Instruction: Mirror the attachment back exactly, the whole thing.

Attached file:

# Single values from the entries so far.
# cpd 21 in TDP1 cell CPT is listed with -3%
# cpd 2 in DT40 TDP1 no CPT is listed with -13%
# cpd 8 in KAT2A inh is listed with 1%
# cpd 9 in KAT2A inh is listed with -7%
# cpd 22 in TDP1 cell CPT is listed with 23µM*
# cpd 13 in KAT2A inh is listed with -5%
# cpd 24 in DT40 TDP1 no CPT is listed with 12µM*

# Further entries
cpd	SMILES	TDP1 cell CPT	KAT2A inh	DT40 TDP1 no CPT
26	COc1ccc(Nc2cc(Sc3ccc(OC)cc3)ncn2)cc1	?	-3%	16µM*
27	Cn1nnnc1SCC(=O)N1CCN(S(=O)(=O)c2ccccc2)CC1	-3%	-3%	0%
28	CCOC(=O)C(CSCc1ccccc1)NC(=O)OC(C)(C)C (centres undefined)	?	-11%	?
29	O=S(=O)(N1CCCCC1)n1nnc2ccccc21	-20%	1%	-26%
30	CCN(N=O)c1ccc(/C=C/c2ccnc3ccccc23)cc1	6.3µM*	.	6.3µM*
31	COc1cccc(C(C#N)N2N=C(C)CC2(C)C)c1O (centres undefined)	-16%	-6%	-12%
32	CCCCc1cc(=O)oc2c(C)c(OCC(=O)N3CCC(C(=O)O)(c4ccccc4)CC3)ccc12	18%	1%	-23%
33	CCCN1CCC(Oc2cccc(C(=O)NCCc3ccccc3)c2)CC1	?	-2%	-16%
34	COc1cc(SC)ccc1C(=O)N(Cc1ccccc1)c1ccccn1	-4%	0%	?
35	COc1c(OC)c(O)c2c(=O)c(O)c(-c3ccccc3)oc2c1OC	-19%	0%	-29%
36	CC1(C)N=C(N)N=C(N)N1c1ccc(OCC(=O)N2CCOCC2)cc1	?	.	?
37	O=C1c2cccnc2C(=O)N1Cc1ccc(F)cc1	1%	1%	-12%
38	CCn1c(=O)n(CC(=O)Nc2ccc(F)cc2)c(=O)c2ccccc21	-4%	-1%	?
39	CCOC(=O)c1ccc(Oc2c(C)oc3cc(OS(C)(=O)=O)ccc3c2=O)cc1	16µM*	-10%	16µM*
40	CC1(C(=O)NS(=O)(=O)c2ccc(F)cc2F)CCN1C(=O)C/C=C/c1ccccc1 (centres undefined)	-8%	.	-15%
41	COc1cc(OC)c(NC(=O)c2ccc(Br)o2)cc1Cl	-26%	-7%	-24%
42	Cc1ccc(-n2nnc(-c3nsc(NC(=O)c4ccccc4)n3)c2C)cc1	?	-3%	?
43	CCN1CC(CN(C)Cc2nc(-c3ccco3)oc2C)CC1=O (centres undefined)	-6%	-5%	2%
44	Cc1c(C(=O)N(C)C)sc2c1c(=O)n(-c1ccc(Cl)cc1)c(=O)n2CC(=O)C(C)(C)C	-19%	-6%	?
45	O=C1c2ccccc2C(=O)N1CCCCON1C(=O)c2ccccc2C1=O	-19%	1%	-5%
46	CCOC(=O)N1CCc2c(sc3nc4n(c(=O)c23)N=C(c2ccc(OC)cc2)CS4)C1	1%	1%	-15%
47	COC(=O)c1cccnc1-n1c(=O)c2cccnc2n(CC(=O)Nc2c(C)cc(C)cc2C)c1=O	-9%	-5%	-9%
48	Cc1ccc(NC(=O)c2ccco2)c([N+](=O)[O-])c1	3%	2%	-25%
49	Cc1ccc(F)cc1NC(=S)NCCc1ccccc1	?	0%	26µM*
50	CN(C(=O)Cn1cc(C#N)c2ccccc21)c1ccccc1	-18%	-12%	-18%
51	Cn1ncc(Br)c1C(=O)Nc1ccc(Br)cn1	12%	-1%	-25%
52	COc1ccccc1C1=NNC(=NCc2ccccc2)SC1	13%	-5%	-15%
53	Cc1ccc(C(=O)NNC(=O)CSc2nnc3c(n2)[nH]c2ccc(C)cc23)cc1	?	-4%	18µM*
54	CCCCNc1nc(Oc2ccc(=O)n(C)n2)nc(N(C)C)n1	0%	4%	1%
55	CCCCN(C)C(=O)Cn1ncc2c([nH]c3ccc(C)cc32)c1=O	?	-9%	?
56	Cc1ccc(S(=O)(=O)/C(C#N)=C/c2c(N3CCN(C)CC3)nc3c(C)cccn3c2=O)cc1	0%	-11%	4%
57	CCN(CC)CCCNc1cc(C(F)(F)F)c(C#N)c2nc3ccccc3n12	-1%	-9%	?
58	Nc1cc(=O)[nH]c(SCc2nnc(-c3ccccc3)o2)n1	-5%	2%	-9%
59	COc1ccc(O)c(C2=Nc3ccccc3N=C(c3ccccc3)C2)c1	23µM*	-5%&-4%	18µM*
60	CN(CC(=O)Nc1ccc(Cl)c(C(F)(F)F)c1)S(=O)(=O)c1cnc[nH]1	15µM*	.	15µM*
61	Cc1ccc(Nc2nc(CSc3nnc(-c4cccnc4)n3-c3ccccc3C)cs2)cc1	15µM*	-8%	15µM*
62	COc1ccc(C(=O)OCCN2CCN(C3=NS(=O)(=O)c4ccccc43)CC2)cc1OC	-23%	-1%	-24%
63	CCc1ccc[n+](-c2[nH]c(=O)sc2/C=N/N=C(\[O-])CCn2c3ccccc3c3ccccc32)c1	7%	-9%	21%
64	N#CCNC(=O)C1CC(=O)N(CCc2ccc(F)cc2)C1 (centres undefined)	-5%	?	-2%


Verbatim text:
# Single values from the entries so far.
# cpd 21 in TDP1 cell CPT is listed with -3%
# cpd 2 in DT40 TDP1 no CPT is listed with -13%
# cpd 8 in KAT2A inh is listed with 1%
# cpd 9 in KAT2A inh is listed with -7%
# cpd 22 in TDP1 cell CPT is listed with 23µM*
# cpd 13 in KAT2A inh is listed with -5%
# cpd 24 in DT40 TDP1 no CPT is listed with 12µM*

# Further entries
cpd	SMILES	TDP1 cell CPT	KAT2A inh	DT40 TDP1 no CPT
26	COc1ccc(Nc2cc(Sc3ccc(OC)cc3)ncn2)cc1	?	-3%	16µM*
27	Cn1nnnc1SCC(=O)N1CCN(S(=O)(=O)c2ccccc2)CC1	-3%	-3%	0%
28	CCOC(=O)C(CSCc1ccccc1)NC(=O)OC(C)(C)C (centres undefined)	?	-11%	?
29	O=S(=O)(N1CCCCC1)n1nnc2ccccc21	-20%	1%	-26%
30	CCN(N=O)c1ccc(/C=C/c2ccnc3ccccc23)cc1	6.3µM*	.	6.3µM*
31	COc1cccc(C(C#N)N2N=C(C)CC2(C)C)c1O (centres undefined)	-16%	-6%	-12%
32	CCCCc1cc(=O)oc2c(C)c(OCC(=O)N3CCC(C(=O)O)(c4ccccc4)CC3)ccc12	18%	1%	-23%
33	CCCN1CCC(Oc2cccc(C(=O)NCCc3ccccc3)c2)CC1	?	-2%	-16%
34	COc1cc(SC)ccc1C(=O)N(Cc1ccccc1)c1ccccn1	-4%	0%	?
35	COc1c(OC)c(O)c2c(=O)c(O)c(-c3ccccc3)oc2c1OC	-19%	0%	-29%
36	CC1(C)N=C(N)N=C(N)N1c1ccc(OCC(=O)N2CCOCC2)cc1	?	.	?
37	O=C1c2cccnc2C(=O)N1Cc1ccc(F)cc1	1%	1%	-12%
38	CCn1c(=O)n(CC(=O)Nc2ccc(F)cc2)c(=O)c2ccccc21	-4%	-1%	?
39	CCOC(=O)c1ccc(Oc2c(C)oc3cc(OS(C)(=O)=O)ccc3c2=O)cc1	16µM*	-10%	16µM*
40	CC1(C(=O)NS(=O)(=O)c2ccc(F)cc2F)CCN1C(=O)C/C=C/c1ccccc1 (centres undefined)	-8%	.	-15%
41	COc1cc(OC)c(NC(=O)c2ccc(Br)o2)cc1Cl	-26%	-7%	-24%
42	Cc1ccc(-n2nnc(-c3nsc(NC(=O)c4ccccc4)n3)c2C)cc1	?	-3%	?
43	CCN1CC(CN(C)Cc2nc(-c3ccco3)oc2C)CC1=O (centres undefined)	-6%	-5%	2%
44	Cc1c(C(=O)N(C)C)sc2c1c(=O)n(-c1ccc(Cl)cc1)c(=O)n2CC(=O)C(C)(C)C	-19%	-6%	?
45	O=C1c2ccccc2C(=O)N1CCCCON1C(=O)c2ccccc2C1=O	-19%	1%	-5%
46	CCOC(=O)N1CCc2c(sc3nc4n(c(=O)c23)N=C(c2ccc(OC)cc2)CS4)C1	1%	1%	-15%
47	COC(=O)c1cccnc1-n1c(=O)c2cccnc2n(CC(=O)Nc2c(C)cc(C)cc2C)c1=O	-9%	-5%	-9%
48	Cc1ccc(NC(=O)c2ccco2)c([N+](=O)[O-])c1	3%	2%	-25%
49	Cc1ccc(F)cc1NC(=S)NCCc1ccccc1	?	0%	26µM*
50	CN(C(=O)Cn1cc(C#N)c2ccccc21)c1ccccc1	-18%	-12%	-18%
51	Cn1ncc(Br)c1C(=O)Nc1ccc(Br)cn1	12%	-1%	-25%
52	COc1ccccc1C1=NNC(=NCc2ccccc2)SC1	13%	-5%	-15%
53	Cc1ccc(C(=O)NNC(=O)CSc2nnc3c(n2)[nH]c2ccc(C)cc23)cc1	?	-4%	18µM*
54	CCCCNc1nc(Oc2ccc(=O)n(C)n2)nc(N(C)C)n1	0%	4%	1%
55	CCCCN(C)C(=O)Cn1ncc2c([nH]c3ccc(C)cc32)c1=O	?	-9%	?
56	Cc1ccc(S(=O)(=O)/C(C#N)=C/c2c(N3CCN(C)CC3)nc3c(C)cccn3c2=O)cc1	0%	-11%	4%
57	CCN(CC)CCCNc1cc(C(F)(F)F)c(C#N)c2nc3ccccc3n12	-1%	-9%	?
58	Nc1cc(=O)[nH]c(SCc2nnc(-c3ccccc3)o2)n1	-5%	2%	-9%
59	COc1ccc(O)c(C2=Nc3ccccc3N=C(c3ccccc3)C2)c1	23µM*	-5%&-4%	18µM*
60	CN(CC(=O)Nc1ccc(Cl)c(C(F)(F)F)c1)S(=O)(=O)c1cnc[nH]1	15µM*	.	15µM*
61	Cc1ccc(Nc2nc(CSc3nnc(-c4cccnc4)n3-c3ccccc3C)cs2)cc1	15µM*	-8%	15µM*
62	COc1ccc(C(=O)OCCN2CCN(C3=NS(=O)(=O)c4ccccc43)CC2)cc1OC	-23%	-1%	-24%
63	CCc1ccc[n+](-c2[nH]c(=O)sc2/C=N/N=C(\[O-])CCn2c3ccccc3c3ccccc32)c1	7%	-9%	21%
64	N#CCNC(=O)C1CC(=O)N(CCc2ccc(F)cc2)C1 (centres undefined)	-5%	?	-2%